Saturday, October 27, 2007


Last night we went out prayer carding. Just walked around asking people if they wanted/needed prayer for anything. We had a brief conversation with a couple who were spending the night on the street because they didn't have any where else to go. We prayed with them and then continued on our way. Somehow offering them a cup of tea or something to eat seemed so small, so inefective. In the face of such an important and basic need what I had to offer seemed silly. I walked away shaken, and it's not the first time.

On my 12th birthday I was going shopping with my mom. We drove past a panhandler on a street corner and I asked if I could use my birthday money to get him some food. While she commended the thought she said no because he would probably be gone by the time we would be back. I knew that it was really important for her for me to use her gift for myself and so I accepted her decision. But I felt so frustrated and helpless.

And that feeling has just been confirmed over and over again. When I see people out on the street I never have cash to give them but I usually run to the nearest drive through and pick them up something to eat. The last couple times they have indeed been gone by the time I got back. And I'm left, once again, frustrated and helpless.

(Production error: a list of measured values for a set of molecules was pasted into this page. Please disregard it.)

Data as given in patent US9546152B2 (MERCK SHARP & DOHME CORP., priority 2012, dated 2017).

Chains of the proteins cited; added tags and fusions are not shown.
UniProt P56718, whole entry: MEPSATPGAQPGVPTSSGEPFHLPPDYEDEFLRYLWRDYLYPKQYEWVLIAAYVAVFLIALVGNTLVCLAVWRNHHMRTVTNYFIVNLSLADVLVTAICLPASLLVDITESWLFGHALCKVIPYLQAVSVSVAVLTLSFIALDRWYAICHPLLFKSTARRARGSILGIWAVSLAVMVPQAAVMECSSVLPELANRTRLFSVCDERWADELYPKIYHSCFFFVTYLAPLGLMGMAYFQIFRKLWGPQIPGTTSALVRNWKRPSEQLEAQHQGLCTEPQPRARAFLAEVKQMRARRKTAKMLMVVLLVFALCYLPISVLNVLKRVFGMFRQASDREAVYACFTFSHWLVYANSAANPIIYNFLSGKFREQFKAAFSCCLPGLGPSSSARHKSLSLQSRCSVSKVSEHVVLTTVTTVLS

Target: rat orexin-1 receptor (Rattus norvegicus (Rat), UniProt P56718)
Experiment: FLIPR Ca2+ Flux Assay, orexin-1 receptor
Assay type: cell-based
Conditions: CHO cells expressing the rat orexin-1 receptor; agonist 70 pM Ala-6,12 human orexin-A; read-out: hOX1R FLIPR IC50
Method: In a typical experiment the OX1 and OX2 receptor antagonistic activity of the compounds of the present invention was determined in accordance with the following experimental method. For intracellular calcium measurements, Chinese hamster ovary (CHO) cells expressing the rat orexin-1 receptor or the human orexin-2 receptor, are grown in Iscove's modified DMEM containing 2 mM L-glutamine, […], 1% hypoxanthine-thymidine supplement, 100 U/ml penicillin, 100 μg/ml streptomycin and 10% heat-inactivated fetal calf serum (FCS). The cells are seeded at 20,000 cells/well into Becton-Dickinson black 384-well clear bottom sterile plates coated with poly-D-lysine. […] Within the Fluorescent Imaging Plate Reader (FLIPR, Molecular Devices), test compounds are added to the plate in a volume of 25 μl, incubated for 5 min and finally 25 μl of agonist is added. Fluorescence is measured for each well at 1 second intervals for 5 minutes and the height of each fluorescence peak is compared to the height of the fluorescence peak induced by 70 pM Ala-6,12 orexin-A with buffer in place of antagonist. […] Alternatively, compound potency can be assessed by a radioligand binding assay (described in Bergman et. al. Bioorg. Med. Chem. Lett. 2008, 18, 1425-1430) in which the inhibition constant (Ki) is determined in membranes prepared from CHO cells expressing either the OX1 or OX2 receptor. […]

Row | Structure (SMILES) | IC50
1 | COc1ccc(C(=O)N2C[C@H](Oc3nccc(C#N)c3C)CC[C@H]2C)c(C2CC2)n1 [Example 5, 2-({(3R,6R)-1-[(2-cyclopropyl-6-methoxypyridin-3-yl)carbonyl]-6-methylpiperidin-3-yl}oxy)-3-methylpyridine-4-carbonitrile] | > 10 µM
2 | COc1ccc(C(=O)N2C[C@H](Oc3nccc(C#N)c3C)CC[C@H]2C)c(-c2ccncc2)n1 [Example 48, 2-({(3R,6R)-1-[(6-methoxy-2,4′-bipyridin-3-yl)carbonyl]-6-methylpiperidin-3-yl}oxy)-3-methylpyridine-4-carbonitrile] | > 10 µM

Living in a world so overwhelmingly full of hurt and need is hard enough. But when I seem to repeatedly fail at even the tiny things in front of me it's really hard to keep trying. To not just throw my hands up and surrender to the inevitablity of it all.

What I need to hear is that it isn't inevitable. That small, even tiny gestures make a difference. That the tears I'm crying now have an impact in some way. Because right now I don't know what else to do.


Peter & Anna said...

came across your blog, quite randomly through a common interest in "over the rhine". Just clicked out of interest - then I fins a common interest in Cara Dillon as well!!
And, you know, tears do count. We shed tears over Lisbon even as you do over Guidlford, and God knows every one.

Peter & Anna said...
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